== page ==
Site Name Wonnerup 'Minninup'
Aboriginal Place Name
Language Group Wardandi Noongar
Colony SRC
Present State/Territory WA
Police District Busselton - South West region
Latitude -33.62
Longitude 115.4
Date Between 27 Feb 1841 and 10 Mar 1841
Attack Time day
Victims Aboriginal People
Victims Killed 7
Victims Killed Notes 7-15
Attackers Colonisers
Attackers Killed 1
Attackers Killed Notes John Layman
Transport
Motive
Weapons Used Muskets, Swords, Bayonets
Narrative The events leading to the massacre(s) began early February, 1841. Some Noongars were employed in threshing wheat on the farm of Molloy’s neighbour George Layman, and some Noongar women were employed in the house. A dispute arose over payment (in damper) and Noongar man Gayware approached Layman. Layman grabbed Gayware by the beard and shook him, Gayware speared him and Layman struggled inside and died. On the 6 February 1841 Magistrate John Molloy and John Bussell raised a party of settlers and workers and ‘soldiers’, which pursued and surrounded the Noongars, killing seven, and then subsequently pursued a larger body of Noongar north towards Bunbury where many more were killed around ‘Lake Mininup’. (Wonnerup, Layman’s property, is a few kilometres north of present-day Busselton and Minninup another 15 km or so up the coast.) In 1897 the historian Warren Bert Kimberly wrote up this event as a massacre which took place at Lake Minninup near Wonnerup as 'one of the most bloodthirsty deeds ever committed by Englishmen'. [Kimberly 1897: 116]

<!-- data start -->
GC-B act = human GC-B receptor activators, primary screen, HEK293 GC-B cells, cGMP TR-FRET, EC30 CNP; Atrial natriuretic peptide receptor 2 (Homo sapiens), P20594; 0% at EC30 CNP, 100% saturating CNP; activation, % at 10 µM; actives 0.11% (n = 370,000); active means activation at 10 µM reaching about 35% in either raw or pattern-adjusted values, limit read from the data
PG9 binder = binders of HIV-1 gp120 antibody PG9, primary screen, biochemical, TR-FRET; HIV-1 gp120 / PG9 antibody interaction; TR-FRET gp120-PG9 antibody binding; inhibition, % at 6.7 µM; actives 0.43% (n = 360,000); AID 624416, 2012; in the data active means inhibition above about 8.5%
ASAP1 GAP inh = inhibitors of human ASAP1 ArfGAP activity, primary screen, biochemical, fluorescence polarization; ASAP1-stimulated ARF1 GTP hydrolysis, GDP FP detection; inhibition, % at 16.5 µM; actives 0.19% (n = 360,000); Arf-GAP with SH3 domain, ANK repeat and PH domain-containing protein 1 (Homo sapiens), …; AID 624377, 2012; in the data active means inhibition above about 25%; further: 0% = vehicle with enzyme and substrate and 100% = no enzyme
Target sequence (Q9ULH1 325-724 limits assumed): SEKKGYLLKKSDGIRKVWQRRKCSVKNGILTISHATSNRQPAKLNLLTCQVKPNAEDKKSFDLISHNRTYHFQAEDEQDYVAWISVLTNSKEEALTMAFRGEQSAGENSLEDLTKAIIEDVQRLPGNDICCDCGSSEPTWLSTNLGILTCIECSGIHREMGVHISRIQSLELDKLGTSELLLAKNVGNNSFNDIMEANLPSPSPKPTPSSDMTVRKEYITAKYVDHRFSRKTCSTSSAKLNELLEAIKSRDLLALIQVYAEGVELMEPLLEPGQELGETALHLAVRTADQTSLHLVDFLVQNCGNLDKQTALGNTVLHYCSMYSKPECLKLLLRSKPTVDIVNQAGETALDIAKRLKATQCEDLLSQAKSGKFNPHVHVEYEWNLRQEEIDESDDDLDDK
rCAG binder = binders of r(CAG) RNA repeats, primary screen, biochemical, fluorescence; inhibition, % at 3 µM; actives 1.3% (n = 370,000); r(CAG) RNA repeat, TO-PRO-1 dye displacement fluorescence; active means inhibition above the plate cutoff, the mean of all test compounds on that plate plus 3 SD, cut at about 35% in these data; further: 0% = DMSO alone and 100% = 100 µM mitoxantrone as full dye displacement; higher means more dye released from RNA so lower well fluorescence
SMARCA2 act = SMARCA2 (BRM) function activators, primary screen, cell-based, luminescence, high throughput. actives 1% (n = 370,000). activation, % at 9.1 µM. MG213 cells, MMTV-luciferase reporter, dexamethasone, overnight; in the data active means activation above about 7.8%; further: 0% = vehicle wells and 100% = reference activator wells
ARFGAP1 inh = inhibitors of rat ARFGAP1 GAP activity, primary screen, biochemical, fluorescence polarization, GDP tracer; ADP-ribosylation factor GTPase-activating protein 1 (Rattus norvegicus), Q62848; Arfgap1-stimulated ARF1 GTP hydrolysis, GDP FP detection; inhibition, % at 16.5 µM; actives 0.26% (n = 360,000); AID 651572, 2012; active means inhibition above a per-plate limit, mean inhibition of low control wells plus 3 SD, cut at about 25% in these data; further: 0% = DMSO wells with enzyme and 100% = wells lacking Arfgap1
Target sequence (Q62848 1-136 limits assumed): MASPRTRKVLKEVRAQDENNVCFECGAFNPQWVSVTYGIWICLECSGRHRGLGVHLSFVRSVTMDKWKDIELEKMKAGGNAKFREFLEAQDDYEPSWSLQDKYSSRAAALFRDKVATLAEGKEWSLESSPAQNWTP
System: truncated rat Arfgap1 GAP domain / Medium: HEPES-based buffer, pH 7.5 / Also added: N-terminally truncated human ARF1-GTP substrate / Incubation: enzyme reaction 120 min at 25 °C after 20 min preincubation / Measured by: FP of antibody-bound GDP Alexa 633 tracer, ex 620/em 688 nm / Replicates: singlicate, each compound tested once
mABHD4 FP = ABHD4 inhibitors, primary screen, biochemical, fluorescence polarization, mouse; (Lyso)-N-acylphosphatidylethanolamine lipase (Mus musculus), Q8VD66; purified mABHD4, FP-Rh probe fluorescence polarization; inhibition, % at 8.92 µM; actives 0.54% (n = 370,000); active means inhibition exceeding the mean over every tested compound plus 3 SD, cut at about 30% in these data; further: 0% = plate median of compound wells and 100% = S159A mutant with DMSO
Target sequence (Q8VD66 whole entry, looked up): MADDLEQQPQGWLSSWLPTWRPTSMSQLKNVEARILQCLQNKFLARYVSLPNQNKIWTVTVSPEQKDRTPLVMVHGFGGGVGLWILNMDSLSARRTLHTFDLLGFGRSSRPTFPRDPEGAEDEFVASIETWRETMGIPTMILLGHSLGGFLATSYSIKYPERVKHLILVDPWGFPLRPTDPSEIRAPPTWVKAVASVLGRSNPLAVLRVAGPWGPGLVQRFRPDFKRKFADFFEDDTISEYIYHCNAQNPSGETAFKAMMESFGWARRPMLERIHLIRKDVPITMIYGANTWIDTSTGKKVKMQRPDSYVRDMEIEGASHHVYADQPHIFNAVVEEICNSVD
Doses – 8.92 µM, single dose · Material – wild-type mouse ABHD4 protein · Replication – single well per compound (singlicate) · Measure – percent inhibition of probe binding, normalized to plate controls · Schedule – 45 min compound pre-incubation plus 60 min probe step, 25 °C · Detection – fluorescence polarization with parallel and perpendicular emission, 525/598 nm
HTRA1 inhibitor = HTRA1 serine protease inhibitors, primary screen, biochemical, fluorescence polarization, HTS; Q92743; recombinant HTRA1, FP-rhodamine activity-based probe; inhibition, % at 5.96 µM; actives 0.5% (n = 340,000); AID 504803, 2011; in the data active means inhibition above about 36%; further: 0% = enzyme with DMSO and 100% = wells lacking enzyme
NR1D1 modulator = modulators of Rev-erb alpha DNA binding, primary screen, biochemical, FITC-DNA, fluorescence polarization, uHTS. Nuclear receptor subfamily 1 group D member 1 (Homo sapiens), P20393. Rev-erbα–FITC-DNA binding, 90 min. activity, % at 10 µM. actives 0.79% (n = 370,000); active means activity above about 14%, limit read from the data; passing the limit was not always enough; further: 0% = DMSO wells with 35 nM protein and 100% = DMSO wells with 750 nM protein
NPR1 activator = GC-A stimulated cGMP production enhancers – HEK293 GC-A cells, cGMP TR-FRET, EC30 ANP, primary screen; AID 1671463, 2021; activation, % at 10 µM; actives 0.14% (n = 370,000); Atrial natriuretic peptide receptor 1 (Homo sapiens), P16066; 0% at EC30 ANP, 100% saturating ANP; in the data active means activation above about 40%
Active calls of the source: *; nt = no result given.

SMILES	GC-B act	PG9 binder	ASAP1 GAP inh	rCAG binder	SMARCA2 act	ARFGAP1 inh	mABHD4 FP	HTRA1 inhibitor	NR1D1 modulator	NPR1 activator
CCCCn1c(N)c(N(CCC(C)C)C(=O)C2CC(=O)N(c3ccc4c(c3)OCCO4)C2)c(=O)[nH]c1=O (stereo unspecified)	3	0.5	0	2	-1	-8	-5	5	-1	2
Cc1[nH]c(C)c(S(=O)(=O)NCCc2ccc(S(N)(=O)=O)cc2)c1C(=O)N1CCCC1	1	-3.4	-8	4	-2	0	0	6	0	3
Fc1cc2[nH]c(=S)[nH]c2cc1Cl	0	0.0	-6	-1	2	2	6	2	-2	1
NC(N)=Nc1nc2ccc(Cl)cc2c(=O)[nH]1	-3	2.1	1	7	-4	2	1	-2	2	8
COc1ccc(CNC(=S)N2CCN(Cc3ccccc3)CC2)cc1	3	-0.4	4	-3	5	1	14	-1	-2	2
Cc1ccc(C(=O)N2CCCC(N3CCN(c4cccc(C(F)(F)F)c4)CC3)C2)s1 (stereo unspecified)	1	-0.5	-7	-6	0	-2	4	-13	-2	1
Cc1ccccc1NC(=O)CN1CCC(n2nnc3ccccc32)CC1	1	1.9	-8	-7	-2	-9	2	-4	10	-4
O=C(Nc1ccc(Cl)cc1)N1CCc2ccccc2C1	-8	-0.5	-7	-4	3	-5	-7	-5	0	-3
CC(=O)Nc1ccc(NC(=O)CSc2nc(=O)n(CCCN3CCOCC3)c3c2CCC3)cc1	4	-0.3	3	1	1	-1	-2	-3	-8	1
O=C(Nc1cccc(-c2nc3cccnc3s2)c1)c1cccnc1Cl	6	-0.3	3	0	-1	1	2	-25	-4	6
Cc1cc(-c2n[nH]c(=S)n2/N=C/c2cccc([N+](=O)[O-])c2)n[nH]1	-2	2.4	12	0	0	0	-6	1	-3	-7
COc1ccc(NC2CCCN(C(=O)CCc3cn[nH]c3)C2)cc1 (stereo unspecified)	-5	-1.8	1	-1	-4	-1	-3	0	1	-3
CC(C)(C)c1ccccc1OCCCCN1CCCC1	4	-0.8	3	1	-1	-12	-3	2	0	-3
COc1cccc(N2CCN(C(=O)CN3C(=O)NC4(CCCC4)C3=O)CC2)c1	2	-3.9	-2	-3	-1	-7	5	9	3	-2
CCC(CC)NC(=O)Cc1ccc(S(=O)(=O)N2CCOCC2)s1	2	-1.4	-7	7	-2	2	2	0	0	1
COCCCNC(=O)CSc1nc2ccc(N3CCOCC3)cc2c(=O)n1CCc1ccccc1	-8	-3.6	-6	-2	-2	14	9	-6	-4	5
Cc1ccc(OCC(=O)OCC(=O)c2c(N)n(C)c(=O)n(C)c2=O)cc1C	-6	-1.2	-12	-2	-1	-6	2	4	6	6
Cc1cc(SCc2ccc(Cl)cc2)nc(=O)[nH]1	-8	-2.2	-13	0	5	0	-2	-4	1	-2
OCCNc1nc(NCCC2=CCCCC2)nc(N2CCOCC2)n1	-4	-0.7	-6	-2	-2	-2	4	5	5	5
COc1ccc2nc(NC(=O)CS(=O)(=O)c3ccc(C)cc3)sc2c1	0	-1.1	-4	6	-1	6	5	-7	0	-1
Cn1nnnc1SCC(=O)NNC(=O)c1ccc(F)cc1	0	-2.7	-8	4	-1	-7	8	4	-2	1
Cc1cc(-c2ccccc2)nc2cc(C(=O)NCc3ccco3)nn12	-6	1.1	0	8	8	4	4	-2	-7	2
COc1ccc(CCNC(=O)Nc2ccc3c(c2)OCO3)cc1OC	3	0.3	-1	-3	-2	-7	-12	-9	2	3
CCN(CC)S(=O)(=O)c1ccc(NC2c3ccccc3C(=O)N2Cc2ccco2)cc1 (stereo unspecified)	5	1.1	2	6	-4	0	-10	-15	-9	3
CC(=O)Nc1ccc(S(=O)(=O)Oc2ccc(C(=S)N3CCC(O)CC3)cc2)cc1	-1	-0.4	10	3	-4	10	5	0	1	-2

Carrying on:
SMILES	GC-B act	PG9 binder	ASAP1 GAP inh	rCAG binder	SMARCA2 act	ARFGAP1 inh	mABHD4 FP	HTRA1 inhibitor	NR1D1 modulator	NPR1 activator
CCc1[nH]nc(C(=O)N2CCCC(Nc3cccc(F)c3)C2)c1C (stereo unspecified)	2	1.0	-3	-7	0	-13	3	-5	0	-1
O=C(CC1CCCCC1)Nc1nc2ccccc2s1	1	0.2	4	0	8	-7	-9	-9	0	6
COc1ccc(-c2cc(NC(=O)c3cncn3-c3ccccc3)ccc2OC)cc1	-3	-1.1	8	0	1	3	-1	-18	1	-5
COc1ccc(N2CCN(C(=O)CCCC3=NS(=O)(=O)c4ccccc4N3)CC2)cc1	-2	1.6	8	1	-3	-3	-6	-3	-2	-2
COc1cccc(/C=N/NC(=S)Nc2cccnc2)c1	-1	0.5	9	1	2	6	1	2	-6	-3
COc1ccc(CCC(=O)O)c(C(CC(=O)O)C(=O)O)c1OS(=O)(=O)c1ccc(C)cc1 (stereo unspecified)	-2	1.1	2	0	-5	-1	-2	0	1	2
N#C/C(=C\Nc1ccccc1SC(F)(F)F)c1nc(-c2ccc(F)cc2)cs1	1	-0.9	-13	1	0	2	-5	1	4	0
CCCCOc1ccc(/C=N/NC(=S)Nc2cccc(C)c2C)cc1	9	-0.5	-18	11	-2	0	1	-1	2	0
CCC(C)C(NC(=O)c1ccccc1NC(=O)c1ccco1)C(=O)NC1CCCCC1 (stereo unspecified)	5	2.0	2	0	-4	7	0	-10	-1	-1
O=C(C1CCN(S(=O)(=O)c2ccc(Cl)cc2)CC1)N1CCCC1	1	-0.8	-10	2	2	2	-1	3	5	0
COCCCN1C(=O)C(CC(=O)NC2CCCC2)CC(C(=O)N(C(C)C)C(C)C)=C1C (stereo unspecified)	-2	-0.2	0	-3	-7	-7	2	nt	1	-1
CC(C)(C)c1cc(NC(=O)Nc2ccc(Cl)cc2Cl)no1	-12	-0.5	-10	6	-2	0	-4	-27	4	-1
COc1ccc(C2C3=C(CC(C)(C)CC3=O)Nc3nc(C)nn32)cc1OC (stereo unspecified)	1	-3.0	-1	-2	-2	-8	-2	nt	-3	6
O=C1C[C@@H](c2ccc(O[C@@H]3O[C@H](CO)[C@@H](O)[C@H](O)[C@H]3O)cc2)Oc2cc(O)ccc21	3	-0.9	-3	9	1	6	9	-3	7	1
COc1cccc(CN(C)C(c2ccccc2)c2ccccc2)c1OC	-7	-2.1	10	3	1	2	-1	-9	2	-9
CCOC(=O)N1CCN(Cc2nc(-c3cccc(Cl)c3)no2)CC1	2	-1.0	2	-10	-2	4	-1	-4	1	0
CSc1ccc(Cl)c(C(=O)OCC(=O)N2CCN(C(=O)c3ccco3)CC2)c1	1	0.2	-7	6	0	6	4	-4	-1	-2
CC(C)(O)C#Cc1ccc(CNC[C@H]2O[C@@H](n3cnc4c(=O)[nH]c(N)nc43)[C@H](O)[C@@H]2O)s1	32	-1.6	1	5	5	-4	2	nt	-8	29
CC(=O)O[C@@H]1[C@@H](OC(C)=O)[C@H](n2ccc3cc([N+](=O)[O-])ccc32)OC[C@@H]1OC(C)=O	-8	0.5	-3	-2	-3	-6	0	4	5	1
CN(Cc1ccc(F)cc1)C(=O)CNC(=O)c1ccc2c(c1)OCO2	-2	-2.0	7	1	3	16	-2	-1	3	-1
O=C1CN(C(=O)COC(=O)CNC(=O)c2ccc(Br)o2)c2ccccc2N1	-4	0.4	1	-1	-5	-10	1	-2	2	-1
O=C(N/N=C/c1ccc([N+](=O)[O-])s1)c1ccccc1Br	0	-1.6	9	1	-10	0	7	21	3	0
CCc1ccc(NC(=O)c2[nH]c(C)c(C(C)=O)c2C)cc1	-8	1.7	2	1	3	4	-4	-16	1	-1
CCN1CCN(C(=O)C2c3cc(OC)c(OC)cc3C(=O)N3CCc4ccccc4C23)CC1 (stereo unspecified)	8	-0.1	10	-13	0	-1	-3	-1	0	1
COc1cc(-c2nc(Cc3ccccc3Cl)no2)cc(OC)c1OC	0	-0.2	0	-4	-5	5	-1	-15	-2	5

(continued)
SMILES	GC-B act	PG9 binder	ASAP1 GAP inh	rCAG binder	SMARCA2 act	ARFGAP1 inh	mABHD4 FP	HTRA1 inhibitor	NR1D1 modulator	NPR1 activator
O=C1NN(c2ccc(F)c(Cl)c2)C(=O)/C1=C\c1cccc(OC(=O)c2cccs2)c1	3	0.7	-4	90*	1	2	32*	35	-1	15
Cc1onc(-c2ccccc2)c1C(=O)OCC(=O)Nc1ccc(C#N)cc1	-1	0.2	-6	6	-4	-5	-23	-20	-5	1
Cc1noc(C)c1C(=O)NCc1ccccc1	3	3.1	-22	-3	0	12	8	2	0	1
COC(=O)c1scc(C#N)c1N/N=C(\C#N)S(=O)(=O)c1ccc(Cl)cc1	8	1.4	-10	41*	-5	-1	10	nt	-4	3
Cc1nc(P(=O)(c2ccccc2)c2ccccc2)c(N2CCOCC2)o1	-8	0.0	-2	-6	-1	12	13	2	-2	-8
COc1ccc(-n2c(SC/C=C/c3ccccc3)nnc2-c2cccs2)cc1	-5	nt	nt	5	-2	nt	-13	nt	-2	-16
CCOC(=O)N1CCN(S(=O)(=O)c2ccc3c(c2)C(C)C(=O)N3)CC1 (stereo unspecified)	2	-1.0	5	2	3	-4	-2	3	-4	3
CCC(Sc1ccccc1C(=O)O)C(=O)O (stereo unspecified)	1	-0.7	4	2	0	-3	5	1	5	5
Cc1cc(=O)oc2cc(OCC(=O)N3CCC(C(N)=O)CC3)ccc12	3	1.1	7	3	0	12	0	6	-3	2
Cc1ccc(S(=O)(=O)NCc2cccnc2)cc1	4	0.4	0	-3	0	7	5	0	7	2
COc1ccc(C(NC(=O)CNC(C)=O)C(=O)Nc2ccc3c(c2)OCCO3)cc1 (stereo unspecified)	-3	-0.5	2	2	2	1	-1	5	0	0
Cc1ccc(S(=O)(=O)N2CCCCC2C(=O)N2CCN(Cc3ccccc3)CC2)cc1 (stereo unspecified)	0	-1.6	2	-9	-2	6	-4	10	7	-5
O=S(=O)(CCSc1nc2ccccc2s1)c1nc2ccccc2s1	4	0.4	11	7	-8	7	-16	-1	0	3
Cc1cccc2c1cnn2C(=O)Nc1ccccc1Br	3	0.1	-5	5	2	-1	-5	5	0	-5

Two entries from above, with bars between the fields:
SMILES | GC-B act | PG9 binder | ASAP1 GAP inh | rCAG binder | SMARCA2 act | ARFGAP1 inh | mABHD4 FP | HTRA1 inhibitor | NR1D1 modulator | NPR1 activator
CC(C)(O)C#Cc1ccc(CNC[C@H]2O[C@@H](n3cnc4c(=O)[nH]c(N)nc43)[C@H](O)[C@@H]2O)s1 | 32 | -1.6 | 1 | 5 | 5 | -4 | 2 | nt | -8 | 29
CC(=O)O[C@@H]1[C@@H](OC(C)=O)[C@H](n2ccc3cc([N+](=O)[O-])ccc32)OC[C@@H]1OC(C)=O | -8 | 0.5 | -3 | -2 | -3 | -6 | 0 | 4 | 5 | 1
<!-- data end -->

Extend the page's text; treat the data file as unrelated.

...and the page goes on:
Sources Perth Gazette, 13 March 1841: 3 https://trove.nla.gov.au/newspaper/article/642768; Kimberly 1897: 116; White, 2017: 2-13. (Sources PDF)
Corroboration Rating ***